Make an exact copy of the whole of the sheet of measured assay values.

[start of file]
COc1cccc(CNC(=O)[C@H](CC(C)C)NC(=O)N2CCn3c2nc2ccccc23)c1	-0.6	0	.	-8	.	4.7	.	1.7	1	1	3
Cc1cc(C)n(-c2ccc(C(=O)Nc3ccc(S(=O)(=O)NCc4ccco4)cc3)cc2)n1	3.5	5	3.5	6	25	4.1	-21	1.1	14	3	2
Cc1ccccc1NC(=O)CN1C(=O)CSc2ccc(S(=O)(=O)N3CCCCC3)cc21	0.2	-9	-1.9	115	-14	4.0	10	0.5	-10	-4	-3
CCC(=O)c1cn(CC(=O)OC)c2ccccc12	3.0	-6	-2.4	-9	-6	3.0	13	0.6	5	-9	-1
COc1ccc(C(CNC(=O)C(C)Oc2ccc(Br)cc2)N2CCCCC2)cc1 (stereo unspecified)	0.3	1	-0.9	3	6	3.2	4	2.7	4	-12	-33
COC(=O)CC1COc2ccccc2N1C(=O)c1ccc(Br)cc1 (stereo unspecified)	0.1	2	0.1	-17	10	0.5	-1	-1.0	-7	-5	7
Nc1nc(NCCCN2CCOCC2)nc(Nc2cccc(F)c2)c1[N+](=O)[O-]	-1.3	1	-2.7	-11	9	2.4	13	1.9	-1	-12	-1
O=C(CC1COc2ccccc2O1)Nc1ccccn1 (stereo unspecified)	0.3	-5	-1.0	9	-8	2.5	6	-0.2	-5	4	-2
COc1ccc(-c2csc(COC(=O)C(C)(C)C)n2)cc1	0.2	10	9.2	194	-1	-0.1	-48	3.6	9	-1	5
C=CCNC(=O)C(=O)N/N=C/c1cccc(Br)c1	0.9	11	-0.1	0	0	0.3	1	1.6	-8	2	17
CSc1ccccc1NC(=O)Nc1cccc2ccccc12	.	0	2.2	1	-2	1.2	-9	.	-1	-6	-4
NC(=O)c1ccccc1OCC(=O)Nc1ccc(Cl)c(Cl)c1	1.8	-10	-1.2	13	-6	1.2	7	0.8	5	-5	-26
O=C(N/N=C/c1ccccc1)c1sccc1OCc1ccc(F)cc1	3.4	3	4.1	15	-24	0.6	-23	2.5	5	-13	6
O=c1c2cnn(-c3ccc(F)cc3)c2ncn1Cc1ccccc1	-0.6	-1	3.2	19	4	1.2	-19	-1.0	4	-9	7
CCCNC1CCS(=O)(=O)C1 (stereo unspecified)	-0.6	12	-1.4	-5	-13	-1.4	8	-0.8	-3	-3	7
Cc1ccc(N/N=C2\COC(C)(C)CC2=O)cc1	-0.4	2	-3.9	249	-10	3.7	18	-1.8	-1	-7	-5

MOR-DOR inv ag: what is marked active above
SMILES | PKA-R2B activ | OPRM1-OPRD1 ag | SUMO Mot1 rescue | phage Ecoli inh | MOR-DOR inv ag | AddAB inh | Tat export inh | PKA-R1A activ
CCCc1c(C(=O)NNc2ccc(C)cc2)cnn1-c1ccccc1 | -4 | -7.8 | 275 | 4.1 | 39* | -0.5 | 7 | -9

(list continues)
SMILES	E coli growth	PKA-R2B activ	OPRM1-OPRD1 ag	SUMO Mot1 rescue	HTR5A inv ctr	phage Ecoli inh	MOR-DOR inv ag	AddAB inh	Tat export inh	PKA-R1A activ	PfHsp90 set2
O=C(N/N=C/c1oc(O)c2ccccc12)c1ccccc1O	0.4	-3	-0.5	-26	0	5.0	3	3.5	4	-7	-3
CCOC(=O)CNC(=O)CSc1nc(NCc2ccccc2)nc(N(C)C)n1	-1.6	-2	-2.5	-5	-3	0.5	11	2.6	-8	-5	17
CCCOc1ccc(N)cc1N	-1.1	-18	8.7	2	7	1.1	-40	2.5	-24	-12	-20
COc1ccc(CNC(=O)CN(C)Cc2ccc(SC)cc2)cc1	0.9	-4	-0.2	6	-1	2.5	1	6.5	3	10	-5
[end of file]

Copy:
COc1cccc(CNC(=O)[C@H](CC(C)C)NC(=O)N2CCn3c2nc2ccccc23)c1	-0.6	0	.	-8	.	4.7	.	1.7	1	1	3
Cc1cc(C)n(-c2ccc(C(=O)Nc3ccc(S(=O)(=O)NCc4ccco4)cc3)cc2)n1	3.5	5	3.5	6	25	4.1	-21	1.1	14	3	2
Cc1ccccc1NC(=O)CN1C(=O)CSc2ccc(S(=O)(=O)N3CCCCC3)cc21	0.2	-9	-1.9	115	-14	4.0	10	0.5	-10	-4	-3
CCC(=O)c1cn(CC(=O)OC)c2ccccc12	3.0	-6	-2.4	-9	-6	3.0	13	0.6	5	-9	-1
COc1ccc(C(CNC(=O)C(C)Oc2ccc(Br)cc2)N2CCCCC2)cc1 (stereo unspecified)	0.3	1	-0.9	3	6	3.2	4	2.7	4	-12	-33
COC(=O)CC1COc2ccccc2N1C(=O)c1ccc(Br)cc1 (stereo unspecified)	0.1	2	0.1	-17	10	0.5	-1	-1.0	-7	-5	7
Nc1nc(NCCCN2CCOCC2)nc(Nc2cccc(F)c2)c1[N+](=O)[O-]	-1.3	1	-2.7	-11	9	2.4	13	1.9	-1	-12	-1
O=C(CC1COc2ccccc2O1)Nc1ccccn1 (stereo unspecified)	0.3	-5	-1.0	9	-8	2.5	6	-0.2	-5	4	-2
COc1ccc(-c2csc(COC(=O)C(C)(C)C)n2)cc1	0.2	10	9.2	194	-1	-0.1	-48	3.6	9	-1	5
C=CCNC(=O)C(=O)N/N=C/c1cccc(Br)c1	0.9	11	-0.1	0	0	0.3	1	1.6	-8	2	17
CSc1ccccc1NC(=O)Nc1cccc2ccccc12	.	0	2.2	1	-2	1.2	-9	.	-1	-6	-4
NC(=O)c1ccccc1OCC(=O)Nc1ccc(Cl)c(Cl)c1	1.8	-10	-1.2	13	-6	1.2	7	0.8	5	-5	-26
O=C(N/N=C/c1ccccc1)c1sccc1OCc1ccc(F)cc1	3.4	3	4.1	15	-24	0.6	-23	2.5	5	-13	6
O=c1c2cnn(-c3ccc(F)cc3)c2ncn1Cc1ccccc1	-0.6	-1	3.2	19	4	1.2	-19	-1.0	4	-9	7
CCCNC1CCS(=O)(=O)C1 (stereo unspecified)	-0.6	12	-1.4	-5	-13	-1.4	8	-0.8	-3	-3	7
Cc1ccc(N/N=C2\COC(C)(C)CC2=O)cc1	-0.4	2	-3.9	249	-10	3.7	18	-1.8	-1	-7	-5

MOR-DOR inv ag: what is marked active above
SMILES | PKA-R2B activ | OPRM1-OPRD1 ag | SUMO Mot1 rescue | phage Ecoli inh | MOR-DOR inv ag | AddAB inh | Tat export inh | PKA-R1A activ
CCCc1c(C(=O)NNc2ccc(C)cc2)cnn1-c1ccccc1 | -4 | -7.8 | 275 | 4.1 | 39* | -0.5 | 7 | -9

(list continues)
SMILES	E coli growth	PKA-R2B activ	OPRM1-OPRD1 ag	SUMO Mot1 rescue	HTR5A inv ctr	phage Ecoli inh	MOR-DOR inv ag	AddAB inh	Tat export inh	PKA-R1A activ	PfHsp90 set2
O=C(N/N=C/c1oc(O)c2ccccc12)c1ccccc1O	0.4	-3	-0.5	-26	0	5.0	3	3.5	4	-7	-3
CCOC(=O)CNC(=O)CSc1nc(NCc2ccccc2)nc(N(C)C)n1	-1.6	-2	-2.5	-5	-3	0.5	11	2.6	-8	-5	17
CCCOc1ccc(N)cc1N	-1.1	-18	8.7	2	7	1.1	-40	2.5	-24	-12	-20
COc1ccc(CNC(=O)CN(C)Cc2ccc(SC)cc2)cc1	0.9	-4	-0.2	6	-1	2.5	1	6.5	3	10	-5